Fashion’s everlasting role in social movements

Emma Defot, Staff Writer

The late 20th century is known for its various distinct styles of fashion, spanning across decades of trends. High waisted trousers, denim jackets and bright colors are staples of iconic ‘80s fashion, contrasting Y2K trends like low-rise jeans and colorful tank tops. Fashion has changed in many ways over the years for many reasons but often overlooked is the impact of social movements on these trends. For example, the feminist movement during the ‘50s and ‘60s led to the introduction of the mini skirt, signifying women’s independence and strife in reshaping societal views regarding their roles by rebelling against traditional expectations that women wear modest, floor-length skirts. This is only one of many instances in which fashion has made a statement about societal issues and started a revolution.

During the African American Civil Rights Movement of the ‘60s and ‘70s, activist groups found numerous ways to protest white supremacy and showcase Black pride. Among them, the movement integrated elements of fashion, which can be seen with the formation and effects of the Black Panthers Party. The uniform of choice for the Party was all-black attire, wearing items such as black leather jackets, black berets and dark sunglasses. As more women joined the Party, they started wearing their hair naturally in Afros, redefining contemporary beauty standards dominated by white women of the time. The use of fashion in the movement allowed for greater Black Influence in American society and accessibility to support the movement.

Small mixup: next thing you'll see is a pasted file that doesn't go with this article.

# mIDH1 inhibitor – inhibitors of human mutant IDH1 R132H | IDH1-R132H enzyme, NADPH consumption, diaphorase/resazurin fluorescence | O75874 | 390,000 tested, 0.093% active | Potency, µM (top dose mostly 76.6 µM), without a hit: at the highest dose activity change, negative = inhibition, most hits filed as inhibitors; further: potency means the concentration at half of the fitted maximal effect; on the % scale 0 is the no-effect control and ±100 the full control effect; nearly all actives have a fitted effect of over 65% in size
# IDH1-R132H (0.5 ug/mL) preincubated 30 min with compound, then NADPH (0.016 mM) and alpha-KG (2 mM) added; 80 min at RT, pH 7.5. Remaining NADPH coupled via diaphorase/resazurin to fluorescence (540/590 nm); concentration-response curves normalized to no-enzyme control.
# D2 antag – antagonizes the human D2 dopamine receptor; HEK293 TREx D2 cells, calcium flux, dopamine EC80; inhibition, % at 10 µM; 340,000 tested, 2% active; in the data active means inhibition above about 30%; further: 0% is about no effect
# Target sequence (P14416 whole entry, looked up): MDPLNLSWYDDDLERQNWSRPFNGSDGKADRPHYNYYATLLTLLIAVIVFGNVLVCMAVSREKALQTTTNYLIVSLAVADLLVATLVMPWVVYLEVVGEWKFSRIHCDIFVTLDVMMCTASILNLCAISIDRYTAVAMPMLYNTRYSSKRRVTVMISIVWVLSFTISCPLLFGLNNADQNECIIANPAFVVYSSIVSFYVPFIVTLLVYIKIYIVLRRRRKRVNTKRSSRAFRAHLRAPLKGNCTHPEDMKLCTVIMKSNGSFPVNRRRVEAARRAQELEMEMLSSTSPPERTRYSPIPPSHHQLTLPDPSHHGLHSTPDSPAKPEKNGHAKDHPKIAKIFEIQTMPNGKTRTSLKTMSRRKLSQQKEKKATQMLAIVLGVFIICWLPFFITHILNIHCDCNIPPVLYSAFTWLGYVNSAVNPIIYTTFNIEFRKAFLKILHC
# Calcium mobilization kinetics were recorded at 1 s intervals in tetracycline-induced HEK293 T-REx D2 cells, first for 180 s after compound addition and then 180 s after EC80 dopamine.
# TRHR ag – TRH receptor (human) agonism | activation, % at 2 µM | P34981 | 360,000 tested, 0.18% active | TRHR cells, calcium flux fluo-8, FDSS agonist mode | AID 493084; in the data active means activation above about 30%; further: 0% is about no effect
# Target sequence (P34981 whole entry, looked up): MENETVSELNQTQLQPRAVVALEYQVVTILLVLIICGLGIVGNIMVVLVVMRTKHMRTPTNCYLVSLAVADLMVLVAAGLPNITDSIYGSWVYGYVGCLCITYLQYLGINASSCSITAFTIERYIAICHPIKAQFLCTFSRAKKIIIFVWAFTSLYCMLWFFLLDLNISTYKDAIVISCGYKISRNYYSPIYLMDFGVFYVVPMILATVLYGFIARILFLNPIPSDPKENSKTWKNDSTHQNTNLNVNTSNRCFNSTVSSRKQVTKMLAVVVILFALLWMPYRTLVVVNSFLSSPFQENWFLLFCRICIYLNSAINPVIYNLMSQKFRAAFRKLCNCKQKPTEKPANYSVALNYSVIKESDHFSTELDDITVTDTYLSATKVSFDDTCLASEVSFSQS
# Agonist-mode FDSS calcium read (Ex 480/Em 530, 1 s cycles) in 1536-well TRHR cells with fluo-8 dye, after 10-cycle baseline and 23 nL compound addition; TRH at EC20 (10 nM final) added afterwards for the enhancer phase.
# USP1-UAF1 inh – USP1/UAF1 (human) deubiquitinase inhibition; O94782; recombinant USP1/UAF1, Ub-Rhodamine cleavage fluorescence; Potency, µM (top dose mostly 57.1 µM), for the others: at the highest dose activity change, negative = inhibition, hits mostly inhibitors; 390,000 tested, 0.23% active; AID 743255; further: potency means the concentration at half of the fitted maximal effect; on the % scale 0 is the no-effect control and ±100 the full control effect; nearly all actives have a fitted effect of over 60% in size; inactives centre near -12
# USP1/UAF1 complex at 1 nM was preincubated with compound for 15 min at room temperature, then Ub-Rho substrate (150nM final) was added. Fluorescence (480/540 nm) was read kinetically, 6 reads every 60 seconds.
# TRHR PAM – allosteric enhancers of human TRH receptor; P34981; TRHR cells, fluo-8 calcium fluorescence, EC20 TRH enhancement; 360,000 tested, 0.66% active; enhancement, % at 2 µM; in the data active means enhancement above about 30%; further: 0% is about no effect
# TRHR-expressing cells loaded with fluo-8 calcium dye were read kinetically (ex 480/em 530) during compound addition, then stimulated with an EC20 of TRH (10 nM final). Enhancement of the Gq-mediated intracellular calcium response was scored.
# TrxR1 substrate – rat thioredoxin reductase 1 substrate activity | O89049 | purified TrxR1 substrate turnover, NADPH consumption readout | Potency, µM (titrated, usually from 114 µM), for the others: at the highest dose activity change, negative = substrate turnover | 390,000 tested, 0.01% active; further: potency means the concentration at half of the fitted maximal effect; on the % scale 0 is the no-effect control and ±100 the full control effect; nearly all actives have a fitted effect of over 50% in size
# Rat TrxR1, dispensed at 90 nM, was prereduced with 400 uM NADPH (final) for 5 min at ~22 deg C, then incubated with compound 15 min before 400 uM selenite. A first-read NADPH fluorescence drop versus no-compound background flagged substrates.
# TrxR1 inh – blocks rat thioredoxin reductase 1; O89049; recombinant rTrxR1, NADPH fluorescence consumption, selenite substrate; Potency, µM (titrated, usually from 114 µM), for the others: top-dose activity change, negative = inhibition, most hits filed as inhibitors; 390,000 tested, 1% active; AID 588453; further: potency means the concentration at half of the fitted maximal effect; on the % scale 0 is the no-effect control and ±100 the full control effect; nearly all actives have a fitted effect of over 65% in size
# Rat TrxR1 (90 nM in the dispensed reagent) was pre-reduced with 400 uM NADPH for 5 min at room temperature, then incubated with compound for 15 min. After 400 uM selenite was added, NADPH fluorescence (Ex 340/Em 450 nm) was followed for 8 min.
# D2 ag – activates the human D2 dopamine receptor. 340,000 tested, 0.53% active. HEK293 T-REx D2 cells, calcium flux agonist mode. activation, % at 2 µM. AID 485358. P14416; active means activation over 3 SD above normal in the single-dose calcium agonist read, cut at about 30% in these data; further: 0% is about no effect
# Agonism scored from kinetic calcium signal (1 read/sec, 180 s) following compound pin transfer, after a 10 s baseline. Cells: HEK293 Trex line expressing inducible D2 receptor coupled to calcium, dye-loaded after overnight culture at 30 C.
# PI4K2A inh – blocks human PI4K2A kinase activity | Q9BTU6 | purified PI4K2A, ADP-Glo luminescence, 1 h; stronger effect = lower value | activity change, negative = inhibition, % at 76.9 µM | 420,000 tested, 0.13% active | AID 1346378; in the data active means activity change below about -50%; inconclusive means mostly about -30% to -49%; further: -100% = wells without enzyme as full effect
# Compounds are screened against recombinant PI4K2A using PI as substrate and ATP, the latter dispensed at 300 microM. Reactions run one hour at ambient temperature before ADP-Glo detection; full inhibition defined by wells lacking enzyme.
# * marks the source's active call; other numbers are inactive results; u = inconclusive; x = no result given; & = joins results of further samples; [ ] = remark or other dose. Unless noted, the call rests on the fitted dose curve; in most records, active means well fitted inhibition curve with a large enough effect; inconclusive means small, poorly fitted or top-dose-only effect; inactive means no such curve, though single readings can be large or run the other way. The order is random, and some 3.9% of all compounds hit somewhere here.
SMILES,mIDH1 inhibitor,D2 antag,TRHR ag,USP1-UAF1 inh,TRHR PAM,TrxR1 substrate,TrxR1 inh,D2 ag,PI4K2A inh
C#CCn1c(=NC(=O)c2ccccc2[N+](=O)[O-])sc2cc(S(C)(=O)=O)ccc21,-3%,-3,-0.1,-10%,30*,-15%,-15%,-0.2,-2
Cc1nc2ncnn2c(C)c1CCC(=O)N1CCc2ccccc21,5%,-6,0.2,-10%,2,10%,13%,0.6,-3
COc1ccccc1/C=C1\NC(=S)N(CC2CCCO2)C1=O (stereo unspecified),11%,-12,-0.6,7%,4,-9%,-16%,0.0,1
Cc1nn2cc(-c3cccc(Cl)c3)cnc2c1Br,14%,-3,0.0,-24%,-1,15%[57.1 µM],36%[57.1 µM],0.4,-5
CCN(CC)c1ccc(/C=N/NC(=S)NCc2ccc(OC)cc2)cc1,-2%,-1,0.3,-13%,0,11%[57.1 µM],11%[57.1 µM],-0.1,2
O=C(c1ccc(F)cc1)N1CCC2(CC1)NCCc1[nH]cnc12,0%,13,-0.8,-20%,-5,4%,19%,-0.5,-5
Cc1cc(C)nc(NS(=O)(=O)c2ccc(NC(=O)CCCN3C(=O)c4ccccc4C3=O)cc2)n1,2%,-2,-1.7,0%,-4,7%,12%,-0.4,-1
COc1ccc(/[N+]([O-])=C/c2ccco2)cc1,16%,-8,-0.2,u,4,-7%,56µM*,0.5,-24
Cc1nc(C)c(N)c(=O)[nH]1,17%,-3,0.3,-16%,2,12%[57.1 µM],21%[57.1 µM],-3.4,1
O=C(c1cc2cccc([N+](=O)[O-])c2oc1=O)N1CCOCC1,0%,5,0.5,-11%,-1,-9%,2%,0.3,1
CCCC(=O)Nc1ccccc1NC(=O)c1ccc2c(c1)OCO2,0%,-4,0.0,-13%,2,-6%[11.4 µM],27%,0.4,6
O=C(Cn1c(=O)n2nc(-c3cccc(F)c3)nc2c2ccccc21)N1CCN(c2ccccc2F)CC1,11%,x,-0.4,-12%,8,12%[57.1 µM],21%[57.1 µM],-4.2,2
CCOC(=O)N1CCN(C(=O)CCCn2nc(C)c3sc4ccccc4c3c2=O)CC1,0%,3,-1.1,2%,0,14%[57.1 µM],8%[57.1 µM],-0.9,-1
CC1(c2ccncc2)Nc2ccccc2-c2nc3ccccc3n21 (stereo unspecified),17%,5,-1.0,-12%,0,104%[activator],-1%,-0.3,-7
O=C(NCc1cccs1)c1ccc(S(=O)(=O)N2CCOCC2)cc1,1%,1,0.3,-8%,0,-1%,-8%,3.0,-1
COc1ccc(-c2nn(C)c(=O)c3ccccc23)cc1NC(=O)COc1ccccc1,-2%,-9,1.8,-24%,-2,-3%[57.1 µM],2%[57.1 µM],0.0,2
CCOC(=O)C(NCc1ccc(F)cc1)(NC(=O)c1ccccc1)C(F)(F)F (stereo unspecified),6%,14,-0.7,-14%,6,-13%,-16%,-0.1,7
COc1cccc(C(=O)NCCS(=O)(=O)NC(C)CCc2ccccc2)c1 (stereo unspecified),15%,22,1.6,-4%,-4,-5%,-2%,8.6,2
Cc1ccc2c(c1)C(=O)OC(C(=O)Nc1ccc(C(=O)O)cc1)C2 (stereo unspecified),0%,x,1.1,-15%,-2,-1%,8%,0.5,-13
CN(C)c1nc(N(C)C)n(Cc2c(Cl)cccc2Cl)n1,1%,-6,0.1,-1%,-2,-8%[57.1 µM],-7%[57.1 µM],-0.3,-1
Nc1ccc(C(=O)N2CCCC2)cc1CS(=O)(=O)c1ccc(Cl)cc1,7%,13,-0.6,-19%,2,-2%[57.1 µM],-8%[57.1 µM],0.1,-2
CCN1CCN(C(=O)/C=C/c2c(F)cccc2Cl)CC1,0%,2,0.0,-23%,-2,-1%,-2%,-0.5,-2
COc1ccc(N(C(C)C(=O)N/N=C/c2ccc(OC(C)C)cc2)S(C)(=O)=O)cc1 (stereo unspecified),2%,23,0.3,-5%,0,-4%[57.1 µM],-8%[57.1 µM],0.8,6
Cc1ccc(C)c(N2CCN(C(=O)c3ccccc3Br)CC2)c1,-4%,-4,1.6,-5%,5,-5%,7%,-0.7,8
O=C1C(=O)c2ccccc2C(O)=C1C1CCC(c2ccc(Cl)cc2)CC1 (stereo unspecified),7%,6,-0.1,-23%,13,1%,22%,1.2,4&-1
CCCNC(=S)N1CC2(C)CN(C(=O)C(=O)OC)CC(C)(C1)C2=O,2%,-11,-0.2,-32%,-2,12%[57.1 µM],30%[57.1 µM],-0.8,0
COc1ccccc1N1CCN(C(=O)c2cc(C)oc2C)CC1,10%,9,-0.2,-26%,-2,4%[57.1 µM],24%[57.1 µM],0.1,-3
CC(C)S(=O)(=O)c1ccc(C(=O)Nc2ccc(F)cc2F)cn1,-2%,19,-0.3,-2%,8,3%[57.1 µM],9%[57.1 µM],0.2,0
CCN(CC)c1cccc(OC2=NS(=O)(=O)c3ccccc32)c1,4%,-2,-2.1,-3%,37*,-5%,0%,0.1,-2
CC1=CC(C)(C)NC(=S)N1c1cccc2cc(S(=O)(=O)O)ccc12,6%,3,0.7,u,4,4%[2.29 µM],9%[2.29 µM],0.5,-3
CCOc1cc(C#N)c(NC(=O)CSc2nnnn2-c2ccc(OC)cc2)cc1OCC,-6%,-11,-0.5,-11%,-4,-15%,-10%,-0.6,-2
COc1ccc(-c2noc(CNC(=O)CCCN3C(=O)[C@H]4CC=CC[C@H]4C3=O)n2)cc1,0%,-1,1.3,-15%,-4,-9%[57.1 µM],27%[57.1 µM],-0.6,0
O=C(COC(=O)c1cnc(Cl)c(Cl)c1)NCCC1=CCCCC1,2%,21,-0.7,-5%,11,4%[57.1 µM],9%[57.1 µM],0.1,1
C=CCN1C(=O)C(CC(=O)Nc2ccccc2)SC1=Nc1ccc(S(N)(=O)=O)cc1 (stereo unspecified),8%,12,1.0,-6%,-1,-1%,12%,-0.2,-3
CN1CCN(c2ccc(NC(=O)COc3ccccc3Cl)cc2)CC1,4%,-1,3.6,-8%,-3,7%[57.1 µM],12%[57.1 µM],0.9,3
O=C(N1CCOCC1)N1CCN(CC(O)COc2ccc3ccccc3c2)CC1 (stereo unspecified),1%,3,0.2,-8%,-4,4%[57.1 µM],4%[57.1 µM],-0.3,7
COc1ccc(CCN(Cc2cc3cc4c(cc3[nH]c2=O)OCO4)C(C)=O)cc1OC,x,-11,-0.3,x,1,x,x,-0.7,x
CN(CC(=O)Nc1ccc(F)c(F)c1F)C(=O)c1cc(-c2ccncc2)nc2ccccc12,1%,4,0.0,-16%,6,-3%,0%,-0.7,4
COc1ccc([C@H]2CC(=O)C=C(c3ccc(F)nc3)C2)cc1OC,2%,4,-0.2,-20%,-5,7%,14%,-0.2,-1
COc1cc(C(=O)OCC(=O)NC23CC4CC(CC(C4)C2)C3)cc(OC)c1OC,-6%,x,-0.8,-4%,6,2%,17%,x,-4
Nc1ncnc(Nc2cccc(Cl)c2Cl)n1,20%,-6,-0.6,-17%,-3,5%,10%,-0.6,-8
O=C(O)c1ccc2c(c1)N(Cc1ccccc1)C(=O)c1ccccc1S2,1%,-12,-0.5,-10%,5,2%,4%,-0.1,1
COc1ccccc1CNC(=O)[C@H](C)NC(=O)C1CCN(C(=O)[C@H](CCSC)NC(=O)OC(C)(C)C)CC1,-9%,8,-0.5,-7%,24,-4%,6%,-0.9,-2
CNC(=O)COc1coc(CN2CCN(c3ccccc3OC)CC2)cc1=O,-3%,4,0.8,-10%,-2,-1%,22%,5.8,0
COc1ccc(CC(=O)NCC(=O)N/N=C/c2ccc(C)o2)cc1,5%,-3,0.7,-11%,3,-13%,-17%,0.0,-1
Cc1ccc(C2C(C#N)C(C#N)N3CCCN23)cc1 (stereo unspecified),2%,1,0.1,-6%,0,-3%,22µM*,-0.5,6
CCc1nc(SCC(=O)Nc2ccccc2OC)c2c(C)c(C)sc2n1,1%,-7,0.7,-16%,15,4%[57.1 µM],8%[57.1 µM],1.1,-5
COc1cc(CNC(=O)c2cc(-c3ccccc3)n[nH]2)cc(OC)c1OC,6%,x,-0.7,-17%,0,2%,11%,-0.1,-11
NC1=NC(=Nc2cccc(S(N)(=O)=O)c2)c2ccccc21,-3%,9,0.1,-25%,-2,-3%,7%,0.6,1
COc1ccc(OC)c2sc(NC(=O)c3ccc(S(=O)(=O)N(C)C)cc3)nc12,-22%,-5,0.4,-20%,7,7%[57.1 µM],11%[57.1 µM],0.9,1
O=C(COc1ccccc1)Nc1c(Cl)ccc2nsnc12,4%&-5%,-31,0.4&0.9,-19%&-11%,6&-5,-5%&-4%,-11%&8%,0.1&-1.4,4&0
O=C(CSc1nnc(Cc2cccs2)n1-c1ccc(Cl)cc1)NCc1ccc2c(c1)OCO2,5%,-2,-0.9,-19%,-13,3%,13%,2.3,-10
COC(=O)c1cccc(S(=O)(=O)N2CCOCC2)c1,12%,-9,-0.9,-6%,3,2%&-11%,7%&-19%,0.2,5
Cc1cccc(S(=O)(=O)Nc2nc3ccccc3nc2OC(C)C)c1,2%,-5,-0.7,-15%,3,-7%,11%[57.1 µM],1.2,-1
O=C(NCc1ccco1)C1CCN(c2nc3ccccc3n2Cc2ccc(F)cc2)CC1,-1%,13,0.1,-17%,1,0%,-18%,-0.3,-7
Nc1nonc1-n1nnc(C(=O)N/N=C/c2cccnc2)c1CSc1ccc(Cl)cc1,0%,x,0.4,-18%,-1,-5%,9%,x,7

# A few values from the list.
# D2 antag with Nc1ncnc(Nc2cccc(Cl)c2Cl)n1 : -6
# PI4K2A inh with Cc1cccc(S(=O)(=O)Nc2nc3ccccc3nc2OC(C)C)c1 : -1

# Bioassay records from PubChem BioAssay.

The rise of punk subculture ushered another prominent period of fashion, originating in the United Kingdom during the ‘70s. The punk movement itself represented nonconformity, rebellion and anti-capitalist beliefs, defying traditional standards of family and gender. Punk fashion expressed these rebellious ideas and a “do-it-yourself” attitude through clothing, seen in ripped graphic t-shirts and denim, statement hairstyles, metal spiked jewelry, heavy eyeliner and lots of leather. Punk culture was known for its vulgarity and aggressive nature, a reaction to the hippie culture of the 60s. Punks disliked the hippies’ “love and peace” attitude towards social change, as they saw no real action had been taken through this approach.

Social movements throughout history have relied on fashion to send messages about injustice and inequality Fashion has been popularized in these movements because it can be a symbol of struggle and can advocate change in a way that is easy for anyone to join. The more mainstream a movement’s fashion became, the more support and coverage was brought to their cause. This is clear even with contemporary social movements, such as Black Lives Matter which took inspiration from the aforementioned African American Civil Rights Movement. The reemergence of Black Culture in fashion allowed for empowerment for Black people in America against racism and discrimination. Based on these trends of the past, social movements may be relevant to the fashion of the future.